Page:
Everything Will Not Be Illuminated
Did I say complicated? Well, that's what everyone else says. While reviews of the film have been almost universally positive, most critics comment on the frustratingly opaque narrative. Despite that (or perhaps because of it) the movie wins high praise from prominent sources: The Los Angeles Times says Syriana is "an unapologetically entertaining major studio release with compelling real-world relevance," while the New York Times says Syriana "aims to be a great deal more than a standard geopolitical thriller and thereby succeeds in being one of the best geopolitical thrillers in a very long time." In other words, it's not your typical Hollywood pablum.
Maybe that's because it's steeped in the nasty realities of international petro-politics. NPR's Robert Siegel, who says the movie made him want to rush out and buy a hybrid, interviewed the real-life inspiration for the Clooney character on All Things Considered. Ex-CIA officer Robert Baer explains that the movie's title comes from Washington think tanks, where wonks in conference rooms dream of creating a Middle Eastern country whose politics are more favorable to US oil interests. Sound familiar? The problem is everyone has a different notion of what this fictitious country, Syriana, looks like.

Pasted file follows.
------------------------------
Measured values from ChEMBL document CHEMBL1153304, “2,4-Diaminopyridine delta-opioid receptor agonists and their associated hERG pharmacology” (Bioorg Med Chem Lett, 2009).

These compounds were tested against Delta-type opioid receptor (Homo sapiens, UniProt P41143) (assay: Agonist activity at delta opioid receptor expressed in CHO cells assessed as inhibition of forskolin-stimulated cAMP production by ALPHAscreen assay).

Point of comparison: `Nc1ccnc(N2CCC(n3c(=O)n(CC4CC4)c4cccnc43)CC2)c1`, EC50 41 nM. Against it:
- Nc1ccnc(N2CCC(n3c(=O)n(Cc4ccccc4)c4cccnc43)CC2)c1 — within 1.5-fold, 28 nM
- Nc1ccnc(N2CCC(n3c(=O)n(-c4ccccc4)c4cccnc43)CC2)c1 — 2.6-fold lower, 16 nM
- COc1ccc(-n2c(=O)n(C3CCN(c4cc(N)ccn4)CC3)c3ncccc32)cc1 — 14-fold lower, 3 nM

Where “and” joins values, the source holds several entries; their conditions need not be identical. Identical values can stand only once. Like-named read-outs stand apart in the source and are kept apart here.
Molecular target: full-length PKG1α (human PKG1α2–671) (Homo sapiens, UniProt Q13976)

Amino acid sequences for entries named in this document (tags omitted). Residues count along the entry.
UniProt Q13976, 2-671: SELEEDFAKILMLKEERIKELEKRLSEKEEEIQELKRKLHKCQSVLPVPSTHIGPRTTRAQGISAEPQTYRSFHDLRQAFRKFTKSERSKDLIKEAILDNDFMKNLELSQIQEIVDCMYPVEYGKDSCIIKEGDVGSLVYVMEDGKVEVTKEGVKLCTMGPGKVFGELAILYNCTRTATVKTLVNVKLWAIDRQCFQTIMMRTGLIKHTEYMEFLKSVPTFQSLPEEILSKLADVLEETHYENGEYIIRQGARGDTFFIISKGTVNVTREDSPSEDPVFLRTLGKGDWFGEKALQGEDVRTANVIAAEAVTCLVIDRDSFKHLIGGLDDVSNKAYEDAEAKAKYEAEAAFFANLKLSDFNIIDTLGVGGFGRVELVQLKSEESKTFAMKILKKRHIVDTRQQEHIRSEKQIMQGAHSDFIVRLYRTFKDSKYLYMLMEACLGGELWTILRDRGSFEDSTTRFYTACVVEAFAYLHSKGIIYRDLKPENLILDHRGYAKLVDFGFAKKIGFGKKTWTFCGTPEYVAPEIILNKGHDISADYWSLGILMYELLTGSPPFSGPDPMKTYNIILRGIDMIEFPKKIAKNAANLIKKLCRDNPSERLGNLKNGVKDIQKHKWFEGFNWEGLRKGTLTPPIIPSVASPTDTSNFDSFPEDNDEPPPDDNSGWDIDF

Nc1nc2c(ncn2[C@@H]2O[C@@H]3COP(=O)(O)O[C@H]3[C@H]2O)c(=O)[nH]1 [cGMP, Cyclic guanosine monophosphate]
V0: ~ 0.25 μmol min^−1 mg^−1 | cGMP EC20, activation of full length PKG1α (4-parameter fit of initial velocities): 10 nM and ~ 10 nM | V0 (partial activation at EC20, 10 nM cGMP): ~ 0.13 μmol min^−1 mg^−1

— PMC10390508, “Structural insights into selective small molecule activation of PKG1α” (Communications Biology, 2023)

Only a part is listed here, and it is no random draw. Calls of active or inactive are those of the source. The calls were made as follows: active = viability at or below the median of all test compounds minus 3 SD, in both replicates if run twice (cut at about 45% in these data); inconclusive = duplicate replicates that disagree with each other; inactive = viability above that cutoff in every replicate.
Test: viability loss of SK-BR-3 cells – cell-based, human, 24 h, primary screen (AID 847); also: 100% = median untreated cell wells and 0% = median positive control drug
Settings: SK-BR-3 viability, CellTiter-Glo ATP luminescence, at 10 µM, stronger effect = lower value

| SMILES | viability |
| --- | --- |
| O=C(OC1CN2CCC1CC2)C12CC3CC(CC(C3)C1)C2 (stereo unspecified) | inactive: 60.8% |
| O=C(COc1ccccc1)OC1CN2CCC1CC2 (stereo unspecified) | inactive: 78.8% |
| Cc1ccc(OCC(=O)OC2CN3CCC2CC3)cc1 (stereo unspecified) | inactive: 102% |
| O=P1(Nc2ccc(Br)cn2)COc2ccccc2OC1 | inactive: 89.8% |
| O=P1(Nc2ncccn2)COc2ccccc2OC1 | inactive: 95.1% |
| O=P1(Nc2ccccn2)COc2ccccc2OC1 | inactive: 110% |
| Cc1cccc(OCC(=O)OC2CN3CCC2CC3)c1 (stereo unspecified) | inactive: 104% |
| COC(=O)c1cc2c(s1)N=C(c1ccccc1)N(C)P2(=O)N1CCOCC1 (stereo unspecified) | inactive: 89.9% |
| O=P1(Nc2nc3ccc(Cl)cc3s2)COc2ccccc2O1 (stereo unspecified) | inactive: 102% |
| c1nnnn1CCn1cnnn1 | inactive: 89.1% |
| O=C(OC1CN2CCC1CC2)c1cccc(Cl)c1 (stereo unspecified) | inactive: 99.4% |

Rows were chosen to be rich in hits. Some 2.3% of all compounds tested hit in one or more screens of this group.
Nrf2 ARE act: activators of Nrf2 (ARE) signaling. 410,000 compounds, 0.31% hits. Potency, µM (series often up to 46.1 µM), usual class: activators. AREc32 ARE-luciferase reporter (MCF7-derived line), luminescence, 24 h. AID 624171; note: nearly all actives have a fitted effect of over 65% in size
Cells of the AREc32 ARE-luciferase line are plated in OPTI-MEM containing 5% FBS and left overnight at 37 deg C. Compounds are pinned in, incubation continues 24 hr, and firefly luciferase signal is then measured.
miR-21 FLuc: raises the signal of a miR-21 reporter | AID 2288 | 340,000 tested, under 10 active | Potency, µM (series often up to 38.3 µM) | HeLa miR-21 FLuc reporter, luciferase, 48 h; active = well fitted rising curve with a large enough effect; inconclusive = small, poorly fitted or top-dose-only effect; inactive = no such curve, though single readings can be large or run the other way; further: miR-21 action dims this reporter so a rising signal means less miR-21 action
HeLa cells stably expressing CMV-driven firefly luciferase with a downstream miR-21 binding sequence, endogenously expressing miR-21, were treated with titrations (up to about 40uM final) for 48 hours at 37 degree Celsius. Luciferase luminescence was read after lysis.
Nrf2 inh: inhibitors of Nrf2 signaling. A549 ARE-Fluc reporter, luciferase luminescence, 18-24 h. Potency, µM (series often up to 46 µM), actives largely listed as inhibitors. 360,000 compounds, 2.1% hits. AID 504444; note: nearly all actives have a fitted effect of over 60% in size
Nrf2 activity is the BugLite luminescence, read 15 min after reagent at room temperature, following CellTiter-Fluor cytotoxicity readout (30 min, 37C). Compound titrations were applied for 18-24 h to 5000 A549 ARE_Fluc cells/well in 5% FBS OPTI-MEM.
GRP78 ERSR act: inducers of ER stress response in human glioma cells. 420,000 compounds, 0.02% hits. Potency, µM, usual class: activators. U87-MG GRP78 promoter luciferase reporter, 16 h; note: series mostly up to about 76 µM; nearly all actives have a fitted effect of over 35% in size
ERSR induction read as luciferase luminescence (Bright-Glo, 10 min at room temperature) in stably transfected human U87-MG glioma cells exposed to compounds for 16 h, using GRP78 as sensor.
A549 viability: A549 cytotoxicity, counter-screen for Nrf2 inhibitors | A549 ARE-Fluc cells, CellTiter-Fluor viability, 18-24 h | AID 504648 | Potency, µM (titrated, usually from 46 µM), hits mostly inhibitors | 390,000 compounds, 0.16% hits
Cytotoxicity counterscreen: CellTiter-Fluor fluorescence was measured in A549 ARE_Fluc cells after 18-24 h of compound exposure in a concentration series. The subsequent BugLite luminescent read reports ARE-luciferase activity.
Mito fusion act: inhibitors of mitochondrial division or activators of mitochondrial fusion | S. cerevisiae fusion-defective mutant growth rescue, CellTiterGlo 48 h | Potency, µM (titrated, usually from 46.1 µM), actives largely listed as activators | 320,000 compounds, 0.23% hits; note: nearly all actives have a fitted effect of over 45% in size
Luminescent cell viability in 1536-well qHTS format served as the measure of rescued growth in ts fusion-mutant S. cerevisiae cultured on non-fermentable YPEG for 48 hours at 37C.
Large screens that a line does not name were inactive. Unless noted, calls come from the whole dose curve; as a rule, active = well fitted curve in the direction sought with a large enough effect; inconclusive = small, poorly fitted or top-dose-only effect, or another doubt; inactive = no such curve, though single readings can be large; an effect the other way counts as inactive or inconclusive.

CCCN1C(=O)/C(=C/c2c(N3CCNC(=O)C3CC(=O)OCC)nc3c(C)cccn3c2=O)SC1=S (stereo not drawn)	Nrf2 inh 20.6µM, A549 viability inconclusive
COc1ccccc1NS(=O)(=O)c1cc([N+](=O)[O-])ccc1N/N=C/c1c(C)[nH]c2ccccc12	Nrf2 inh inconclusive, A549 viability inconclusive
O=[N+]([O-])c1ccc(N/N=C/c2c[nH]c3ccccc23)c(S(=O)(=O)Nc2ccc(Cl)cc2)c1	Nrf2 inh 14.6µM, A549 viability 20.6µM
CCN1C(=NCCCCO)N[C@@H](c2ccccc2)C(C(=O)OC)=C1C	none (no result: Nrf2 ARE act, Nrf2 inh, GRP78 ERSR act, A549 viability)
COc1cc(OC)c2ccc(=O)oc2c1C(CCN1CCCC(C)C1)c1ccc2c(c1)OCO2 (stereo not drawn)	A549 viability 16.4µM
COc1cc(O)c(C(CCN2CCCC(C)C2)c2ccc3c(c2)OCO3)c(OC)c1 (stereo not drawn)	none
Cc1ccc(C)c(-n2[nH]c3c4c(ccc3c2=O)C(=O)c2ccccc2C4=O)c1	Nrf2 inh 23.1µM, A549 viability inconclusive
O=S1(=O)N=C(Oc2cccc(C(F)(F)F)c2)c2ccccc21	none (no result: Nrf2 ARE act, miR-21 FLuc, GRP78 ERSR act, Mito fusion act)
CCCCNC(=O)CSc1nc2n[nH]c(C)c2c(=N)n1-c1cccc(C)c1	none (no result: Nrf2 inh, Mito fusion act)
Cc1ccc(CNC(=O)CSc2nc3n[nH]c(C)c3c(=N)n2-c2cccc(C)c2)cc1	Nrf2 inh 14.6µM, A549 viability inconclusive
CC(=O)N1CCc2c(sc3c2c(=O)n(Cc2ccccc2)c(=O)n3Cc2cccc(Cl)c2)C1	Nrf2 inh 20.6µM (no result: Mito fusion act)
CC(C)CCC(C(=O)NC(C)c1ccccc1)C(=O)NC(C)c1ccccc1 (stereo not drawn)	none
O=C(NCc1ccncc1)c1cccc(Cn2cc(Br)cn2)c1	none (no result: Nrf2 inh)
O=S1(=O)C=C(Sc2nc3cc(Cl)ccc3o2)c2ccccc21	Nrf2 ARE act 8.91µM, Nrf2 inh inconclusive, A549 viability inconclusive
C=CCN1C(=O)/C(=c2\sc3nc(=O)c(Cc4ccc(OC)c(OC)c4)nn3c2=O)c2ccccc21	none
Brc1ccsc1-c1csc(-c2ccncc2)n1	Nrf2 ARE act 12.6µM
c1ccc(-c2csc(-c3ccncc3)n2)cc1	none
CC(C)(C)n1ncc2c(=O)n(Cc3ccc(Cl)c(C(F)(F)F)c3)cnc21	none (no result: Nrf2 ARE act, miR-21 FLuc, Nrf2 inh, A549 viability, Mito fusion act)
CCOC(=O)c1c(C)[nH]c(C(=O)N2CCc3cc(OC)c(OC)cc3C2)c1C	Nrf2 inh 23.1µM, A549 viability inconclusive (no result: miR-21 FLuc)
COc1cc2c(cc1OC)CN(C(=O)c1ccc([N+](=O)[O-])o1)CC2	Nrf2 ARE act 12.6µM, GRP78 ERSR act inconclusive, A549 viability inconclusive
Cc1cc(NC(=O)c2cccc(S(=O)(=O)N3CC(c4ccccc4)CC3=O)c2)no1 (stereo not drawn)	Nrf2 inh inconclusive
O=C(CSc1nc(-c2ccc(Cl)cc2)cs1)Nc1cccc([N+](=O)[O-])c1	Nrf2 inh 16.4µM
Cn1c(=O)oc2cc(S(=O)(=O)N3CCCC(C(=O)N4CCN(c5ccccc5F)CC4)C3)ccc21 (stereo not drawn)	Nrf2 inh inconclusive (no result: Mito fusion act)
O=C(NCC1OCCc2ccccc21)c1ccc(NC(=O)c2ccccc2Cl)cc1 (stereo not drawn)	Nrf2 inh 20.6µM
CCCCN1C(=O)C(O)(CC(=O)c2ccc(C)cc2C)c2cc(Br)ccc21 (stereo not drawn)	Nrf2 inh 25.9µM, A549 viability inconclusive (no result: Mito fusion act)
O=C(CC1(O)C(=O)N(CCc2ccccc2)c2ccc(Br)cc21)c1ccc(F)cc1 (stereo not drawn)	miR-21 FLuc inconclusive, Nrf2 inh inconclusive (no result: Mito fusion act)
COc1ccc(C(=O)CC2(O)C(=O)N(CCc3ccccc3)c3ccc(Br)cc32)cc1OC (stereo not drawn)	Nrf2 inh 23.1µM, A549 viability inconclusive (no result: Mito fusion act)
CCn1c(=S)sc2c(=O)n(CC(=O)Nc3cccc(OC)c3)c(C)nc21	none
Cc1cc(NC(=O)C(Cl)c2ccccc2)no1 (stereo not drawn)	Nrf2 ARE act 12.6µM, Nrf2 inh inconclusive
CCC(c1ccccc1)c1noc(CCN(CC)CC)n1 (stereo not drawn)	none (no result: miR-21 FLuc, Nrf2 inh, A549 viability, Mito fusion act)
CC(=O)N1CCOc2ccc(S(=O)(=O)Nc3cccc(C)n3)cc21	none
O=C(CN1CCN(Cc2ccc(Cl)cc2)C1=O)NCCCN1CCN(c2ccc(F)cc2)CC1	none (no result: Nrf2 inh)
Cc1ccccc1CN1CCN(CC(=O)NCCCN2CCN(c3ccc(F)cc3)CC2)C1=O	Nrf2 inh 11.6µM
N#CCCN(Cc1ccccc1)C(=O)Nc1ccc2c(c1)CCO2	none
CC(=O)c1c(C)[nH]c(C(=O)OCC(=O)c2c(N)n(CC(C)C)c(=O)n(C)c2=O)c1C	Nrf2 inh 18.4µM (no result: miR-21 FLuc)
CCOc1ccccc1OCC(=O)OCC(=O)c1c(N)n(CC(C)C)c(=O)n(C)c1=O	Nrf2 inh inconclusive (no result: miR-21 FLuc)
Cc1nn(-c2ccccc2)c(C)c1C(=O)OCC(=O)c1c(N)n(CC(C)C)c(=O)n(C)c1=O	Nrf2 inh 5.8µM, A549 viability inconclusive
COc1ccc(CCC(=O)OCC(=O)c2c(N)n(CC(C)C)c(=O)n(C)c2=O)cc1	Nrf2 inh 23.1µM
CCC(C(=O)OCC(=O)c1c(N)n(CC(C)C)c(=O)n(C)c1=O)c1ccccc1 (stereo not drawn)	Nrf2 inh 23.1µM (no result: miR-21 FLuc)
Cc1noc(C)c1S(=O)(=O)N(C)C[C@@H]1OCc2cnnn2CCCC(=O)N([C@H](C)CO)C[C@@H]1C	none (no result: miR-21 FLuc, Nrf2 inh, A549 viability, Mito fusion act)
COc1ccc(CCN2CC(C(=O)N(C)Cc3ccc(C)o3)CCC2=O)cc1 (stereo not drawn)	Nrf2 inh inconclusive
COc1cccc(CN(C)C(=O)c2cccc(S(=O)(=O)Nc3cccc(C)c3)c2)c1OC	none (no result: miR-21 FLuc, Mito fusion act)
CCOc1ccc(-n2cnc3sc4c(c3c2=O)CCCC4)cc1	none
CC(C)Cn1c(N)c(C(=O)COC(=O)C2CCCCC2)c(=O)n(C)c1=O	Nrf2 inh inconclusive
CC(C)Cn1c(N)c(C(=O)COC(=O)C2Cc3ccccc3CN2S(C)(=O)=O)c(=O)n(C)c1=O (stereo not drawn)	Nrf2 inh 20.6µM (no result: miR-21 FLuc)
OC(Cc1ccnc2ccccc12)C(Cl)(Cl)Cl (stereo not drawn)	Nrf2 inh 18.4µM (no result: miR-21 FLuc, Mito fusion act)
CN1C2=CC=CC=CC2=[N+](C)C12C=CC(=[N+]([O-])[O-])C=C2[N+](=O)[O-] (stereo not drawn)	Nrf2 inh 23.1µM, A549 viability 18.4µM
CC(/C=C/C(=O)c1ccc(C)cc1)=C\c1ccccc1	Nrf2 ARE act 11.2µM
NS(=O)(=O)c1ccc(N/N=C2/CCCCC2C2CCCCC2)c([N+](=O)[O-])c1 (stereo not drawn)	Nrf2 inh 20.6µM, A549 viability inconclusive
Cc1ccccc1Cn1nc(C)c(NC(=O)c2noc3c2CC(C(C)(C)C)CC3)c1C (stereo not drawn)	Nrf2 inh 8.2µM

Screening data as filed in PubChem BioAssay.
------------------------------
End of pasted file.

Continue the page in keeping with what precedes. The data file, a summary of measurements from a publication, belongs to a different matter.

Baer, whose book See No Evil, was a launching pad for the script, vouches for the film's overall authenticity. He also acknowledges the confusing aspects of the film's narrative. "If you sit in this movie and try to figure out how everybody fits together, ... forget it. This is not Elf II." The confusion, he insists, is intentional, mirroring as it does the chaotic clash of agendas and muddled intelligence in the Middle East. "That's the whole point. It's this smart, smart movie," says Baer, "and they want you to be confused. And you walk away feeling the system's broken."